Dark and edgy, Ronan captivates Syrena. He is hot, hard and in control, yet his scorching glances and sinful kisses tell her he yearns for her. Even though she’s only a job, she finds a way past his iron-willed resistance. She’s determined to explore the depths of erotic passion with him. They’re unaware that their explosive sexual encounters are providing the enemy incubus with heightened energy, making him almost impossible to defeat.

Syrena’s forbidden desire and scorching lust for Ronan could destroy them both.


  1. Truly interesting! You've made me think of shapeshifting in ways I never have. I love shapeshifter novels. I wonder now if the reason is because at some deep place I believe it's possible. I don't generally read erotica but I just may have to read "Blade of the Wolf." Thanks for an excellent perspective.

  2. Thanks Winona!! I'm so glad you liked it!!

  3. I love stories with shape-shifters but I never really thought about the fascination with wolves until this post. It all makes sense now! (and by the way - when I was little, I wanted to be a lion when I grew up. So maybe there's a little "shape-shifter" in us all!)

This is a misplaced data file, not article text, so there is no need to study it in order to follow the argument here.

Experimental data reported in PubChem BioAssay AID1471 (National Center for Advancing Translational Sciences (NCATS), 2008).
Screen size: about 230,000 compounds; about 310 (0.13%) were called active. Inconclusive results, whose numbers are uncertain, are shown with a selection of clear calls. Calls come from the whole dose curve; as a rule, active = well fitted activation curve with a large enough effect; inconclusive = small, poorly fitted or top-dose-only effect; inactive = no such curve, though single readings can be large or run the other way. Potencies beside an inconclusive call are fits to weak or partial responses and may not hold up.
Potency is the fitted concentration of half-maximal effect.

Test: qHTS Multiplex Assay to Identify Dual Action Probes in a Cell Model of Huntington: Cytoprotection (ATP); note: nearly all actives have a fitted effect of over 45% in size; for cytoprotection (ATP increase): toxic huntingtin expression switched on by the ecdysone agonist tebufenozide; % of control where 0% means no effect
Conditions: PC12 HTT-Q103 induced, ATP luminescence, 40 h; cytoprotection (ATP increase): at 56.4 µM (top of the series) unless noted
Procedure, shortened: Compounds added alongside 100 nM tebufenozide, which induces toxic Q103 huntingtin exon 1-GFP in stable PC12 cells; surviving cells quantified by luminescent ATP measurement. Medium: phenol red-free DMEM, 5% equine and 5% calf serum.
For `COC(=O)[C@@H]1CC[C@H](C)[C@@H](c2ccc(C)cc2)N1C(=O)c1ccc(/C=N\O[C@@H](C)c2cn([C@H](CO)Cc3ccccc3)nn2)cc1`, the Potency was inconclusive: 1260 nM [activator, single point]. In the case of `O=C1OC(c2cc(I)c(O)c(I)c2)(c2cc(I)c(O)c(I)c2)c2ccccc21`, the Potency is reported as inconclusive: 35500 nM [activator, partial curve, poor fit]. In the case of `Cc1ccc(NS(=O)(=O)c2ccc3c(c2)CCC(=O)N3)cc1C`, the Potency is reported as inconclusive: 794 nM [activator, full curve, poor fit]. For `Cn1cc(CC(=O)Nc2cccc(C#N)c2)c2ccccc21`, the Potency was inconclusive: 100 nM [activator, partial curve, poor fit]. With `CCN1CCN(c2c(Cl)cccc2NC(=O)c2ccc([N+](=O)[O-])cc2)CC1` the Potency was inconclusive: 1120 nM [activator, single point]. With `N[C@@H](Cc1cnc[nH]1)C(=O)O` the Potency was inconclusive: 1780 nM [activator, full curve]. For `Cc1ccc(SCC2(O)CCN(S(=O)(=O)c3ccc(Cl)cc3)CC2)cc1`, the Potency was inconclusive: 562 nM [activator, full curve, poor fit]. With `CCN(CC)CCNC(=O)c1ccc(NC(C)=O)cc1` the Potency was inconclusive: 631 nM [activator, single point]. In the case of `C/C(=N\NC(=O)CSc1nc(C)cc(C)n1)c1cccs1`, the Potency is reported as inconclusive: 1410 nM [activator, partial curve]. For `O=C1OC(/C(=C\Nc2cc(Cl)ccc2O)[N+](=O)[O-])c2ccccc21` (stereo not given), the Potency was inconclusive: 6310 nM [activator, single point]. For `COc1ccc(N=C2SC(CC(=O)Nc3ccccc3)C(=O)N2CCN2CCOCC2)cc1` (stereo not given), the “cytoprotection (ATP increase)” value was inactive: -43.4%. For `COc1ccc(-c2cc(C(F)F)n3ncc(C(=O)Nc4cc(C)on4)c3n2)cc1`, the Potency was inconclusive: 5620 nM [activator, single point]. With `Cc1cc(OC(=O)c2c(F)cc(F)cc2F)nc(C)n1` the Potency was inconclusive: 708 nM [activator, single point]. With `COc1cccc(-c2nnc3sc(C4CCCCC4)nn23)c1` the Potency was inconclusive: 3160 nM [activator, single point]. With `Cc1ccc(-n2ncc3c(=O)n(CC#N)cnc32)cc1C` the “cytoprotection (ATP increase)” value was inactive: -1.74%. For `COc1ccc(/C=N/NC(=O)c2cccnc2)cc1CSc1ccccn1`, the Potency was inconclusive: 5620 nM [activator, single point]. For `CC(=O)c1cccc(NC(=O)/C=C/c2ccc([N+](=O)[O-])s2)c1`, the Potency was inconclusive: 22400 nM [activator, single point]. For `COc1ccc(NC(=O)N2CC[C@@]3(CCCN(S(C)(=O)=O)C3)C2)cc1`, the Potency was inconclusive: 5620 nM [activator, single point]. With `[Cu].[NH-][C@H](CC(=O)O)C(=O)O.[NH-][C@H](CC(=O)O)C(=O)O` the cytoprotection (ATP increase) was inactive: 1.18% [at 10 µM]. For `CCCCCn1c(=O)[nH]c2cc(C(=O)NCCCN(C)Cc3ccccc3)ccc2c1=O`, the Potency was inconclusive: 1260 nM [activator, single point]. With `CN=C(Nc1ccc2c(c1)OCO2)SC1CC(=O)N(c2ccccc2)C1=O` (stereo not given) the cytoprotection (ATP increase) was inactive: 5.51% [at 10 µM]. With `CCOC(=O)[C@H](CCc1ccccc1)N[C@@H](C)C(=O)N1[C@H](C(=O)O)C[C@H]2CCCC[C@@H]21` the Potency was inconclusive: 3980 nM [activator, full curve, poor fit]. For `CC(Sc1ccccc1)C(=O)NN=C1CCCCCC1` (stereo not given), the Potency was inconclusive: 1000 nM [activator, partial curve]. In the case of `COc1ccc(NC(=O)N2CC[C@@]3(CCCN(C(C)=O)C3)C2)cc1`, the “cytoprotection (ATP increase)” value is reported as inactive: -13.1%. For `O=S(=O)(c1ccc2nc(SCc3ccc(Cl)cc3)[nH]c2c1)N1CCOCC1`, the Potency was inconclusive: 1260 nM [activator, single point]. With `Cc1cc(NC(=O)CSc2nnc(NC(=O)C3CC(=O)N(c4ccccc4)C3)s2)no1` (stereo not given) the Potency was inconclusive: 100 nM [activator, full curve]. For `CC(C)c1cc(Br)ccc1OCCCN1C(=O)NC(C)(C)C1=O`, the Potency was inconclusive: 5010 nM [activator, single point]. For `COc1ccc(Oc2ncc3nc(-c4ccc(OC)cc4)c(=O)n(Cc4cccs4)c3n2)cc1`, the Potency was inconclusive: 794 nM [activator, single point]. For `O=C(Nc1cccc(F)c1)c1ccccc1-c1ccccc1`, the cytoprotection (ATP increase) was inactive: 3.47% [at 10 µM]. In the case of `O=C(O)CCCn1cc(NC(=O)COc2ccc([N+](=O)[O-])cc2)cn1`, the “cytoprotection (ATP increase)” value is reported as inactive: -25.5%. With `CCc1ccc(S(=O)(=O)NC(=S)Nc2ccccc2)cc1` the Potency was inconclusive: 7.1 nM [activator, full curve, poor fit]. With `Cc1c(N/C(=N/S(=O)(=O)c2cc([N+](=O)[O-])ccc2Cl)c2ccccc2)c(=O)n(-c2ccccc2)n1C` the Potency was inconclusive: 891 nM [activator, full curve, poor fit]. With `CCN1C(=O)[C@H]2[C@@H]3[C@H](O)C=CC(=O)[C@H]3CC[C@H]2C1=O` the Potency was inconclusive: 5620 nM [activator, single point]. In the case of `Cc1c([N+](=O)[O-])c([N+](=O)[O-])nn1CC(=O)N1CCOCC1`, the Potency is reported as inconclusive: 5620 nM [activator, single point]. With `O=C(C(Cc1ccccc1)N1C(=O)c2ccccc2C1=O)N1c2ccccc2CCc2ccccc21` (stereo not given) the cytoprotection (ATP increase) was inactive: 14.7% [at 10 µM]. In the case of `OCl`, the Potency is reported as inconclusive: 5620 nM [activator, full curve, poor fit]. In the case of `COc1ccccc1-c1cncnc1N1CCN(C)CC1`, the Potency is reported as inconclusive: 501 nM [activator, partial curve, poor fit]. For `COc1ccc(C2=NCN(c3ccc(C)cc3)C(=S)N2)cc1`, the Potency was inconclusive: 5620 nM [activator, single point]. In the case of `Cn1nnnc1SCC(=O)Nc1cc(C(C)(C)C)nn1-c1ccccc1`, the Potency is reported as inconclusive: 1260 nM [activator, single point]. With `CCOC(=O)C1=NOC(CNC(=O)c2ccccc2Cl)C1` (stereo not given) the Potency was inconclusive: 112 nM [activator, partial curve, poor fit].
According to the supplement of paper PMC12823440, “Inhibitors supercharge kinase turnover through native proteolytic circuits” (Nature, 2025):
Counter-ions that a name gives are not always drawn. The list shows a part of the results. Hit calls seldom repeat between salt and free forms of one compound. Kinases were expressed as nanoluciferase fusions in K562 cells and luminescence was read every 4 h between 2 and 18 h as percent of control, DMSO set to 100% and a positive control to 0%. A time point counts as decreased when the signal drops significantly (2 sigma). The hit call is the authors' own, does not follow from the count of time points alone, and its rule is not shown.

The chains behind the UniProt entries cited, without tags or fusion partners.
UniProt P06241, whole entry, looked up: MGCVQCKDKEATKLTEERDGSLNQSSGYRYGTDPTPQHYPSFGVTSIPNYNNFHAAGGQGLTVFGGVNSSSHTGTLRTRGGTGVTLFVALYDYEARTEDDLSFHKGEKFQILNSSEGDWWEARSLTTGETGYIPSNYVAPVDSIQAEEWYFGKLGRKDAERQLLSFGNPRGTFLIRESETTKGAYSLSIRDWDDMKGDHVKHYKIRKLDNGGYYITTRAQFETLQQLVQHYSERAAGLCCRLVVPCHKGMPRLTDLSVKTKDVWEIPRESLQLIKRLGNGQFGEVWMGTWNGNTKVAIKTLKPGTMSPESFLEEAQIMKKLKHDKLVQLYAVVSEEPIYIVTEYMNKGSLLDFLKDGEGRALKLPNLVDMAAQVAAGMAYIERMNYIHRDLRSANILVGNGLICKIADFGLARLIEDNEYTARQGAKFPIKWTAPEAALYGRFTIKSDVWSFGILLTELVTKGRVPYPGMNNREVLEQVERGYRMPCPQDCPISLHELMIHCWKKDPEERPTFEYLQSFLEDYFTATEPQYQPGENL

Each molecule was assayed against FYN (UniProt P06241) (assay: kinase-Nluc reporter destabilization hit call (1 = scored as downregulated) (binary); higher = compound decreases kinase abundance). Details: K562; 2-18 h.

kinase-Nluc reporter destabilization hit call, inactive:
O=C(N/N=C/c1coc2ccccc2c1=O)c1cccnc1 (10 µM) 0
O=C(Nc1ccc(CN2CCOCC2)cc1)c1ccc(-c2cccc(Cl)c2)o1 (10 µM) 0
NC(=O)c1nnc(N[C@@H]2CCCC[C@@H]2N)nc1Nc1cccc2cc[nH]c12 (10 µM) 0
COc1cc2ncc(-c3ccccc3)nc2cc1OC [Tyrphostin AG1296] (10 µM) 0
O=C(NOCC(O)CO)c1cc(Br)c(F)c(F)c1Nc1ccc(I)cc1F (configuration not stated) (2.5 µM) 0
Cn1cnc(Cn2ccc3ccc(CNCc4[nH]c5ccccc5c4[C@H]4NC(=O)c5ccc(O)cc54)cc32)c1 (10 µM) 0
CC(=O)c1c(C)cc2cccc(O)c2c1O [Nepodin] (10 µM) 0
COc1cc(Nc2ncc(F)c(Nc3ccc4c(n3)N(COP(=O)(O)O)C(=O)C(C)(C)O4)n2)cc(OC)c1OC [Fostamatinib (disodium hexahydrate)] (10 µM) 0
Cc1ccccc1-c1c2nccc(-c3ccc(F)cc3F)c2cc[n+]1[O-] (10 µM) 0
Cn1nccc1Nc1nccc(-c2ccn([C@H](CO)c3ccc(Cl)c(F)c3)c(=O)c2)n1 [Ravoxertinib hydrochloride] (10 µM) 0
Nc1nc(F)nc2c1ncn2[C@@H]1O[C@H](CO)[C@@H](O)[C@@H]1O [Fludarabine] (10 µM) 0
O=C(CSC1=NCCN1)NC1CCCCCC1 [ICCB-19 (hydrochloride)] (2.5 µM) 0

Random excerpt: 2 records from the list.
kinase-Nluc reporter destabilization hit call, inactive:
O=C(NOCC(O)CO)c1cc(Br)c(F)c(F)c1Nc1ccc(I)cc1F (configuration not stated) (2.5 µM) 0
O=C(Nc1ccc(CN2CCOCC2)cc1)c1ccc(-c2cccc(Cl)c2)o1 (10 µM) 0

4. I love wolves, but then I have a soft spot for any species that has been unfairly maligned by humans. The old school horror movie premise of the werewolf as a slavering killer is ultimately rooted in an ignorant prejudice toward wolves.

    So I love it when the werewolf is portrayed in a more positive light.

  5. I've not read too many shapeshifter books but the ones I've read I have really enjoyed. It was a cat, not a wolf, but if you wrote it, I will read it. Wolves seem more exciting than cats to me. My older daughter worked at LaBrea Tar Pits in Los Angeles and one of the things I remember was a huge display of wolf heads from so many years ago. Maybe there were large packs that walked the earth then. Interesting how long they've been around. Lots of interesting facts in your post, Nicole. In the movie 300, Leonidas had to kill a wolf in the beginning to prove his manhood. They've certainly added a lot of intrigue and scary plots over the years.